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To Uproot and Tear Down…To Build and to Plant: Cost Structures

Over the past few months I’ve been working through the various building blocks of the “business model canvass.”  You can read the individual sections by clicking on any of the following: customer segments, value propositions, channels, customer relationships, revenue streams, key resources, key activities, and key partnerships. The ninth, and final, building block of the business model canvas is cost structures, which considers the costs needed to operate the business model.

Winebrenner Theological Seminary is a mission-driven organization that focuses upon equipping leaders for service in God’s kingdom. Within our mission and strategy our commitment is to deliver the highest possible value for the lowest possible cost.

It makes sense that personnel costs are the highest single expense at Winebrenner since much of the value for students, donors, and partners is created through interaction with another human being. A second significant cost is the memberships and fees we pay to remain accredited (which vary from year to year depending upon the life cycle of the accrediting relationship). A third expense is found in costs related to our facility lease, utilities, and infrastructure items like IT costs.

Winebrenner has made some significant shifts over the past five years to realign our overall costs with our mission. For example, in 2017 a property in Pennsylvania was sold based upon the belief that online education and regionalized cohorts would replace the need for another facility “anchor” to be dropped in a different location. In 2018, Winebrenner’s Board decided to sell our primary meeting facility to the University of Findlay; this decision was motivated, in part, by the belief that a “brick and mortar” structure would be less and less significant as we move into a future in which education is more distributed and greater context-specific learning models would emerge. We’ve also been very attentive to our employee headcount and have significantly reduced our expenses in terms of employee costs since 2015.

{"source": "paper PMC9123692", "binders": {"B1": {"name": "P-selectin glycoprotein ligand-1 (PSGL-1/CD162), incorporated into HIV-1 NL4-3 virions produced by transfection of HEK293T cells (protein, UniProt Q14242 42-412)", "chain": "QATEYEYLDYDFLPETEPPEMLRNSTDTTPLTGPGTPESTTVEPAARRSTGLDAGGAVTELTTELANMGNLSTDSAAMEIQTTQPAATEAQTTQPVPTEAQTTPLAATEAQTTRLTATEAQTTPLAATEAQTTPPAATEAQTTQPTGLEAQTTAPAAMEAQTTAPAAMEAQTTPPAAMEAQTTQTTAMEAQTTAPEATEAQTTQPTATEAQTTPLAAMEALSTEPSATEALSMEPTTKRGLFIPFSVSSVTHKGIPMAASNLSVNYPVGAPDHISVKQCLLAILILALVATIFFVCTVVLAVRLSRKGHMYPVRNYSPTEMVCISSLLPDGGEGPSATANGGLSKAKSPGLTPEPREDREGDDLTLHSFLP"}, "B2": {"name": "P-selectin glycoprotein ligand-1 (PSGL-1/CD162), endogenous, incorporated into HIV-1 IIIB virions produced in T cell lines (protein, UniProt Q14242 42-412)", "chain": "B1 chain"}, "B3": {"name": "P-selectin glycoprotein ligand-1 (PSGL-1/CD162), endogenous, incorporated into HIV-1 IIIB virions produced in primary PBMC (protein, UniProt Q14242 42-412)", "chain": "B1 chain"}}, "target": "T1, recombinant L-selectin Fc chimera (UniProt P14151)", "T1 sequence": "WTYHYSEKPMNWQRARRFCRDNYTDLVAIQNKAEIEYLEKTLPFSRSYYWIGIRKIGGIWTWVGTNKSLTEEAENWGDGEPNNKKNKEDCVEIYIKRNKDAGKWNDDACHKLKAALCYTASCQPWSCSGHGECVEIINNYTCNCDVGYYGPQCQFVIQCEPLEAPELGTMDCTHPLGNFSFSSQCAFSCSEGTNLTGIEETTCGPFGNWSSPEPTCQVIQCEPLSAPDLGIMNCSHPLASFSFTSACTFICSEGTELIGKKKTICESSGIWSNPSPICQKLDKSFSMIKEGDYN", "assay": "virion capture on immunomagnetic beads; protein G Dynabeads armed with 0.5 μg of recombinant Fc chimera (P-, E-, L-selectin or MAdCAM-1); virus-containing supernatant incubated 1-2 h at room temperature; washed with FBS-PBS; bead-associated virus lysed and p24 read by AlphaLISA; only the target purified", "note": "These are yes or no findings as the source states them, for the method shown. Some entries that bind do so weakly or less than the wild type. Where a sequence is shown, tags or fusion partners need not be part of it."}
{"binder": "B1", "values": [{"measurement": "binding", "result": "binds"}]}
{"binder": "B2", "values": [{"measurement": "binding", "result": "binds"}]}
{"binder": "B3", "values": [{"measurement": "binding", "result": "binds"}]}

Overall, Winebrenner’s expense budget has decreased by over $1,000,000 since over the past five years.  Each of these shifts provides further evidence that organizations are continually organizing and reorganizing around mission and strategy.

In terms of costs, one way to position ourselves for the future is to emphasize variable expenses over fixed expenses (changes in our building and personnel illustrate this concept).  A second way to position ourselves for the future is through balancing our economies of scale that emerge through the “network effect” of a growing number of collaborative partners.  A third opportunity for the future is found in economies of scope in which something as simple as managing student headcount in individual courses can lead to lower costs.

When all nine elements of the business model canvas are combined, one begins to see how an organization can be built and rebuilt to navigate an unknown and rapidly changing future.

– Dr. Brent Sleasman, President
– Image from Pexels, accessed on Adobe Spark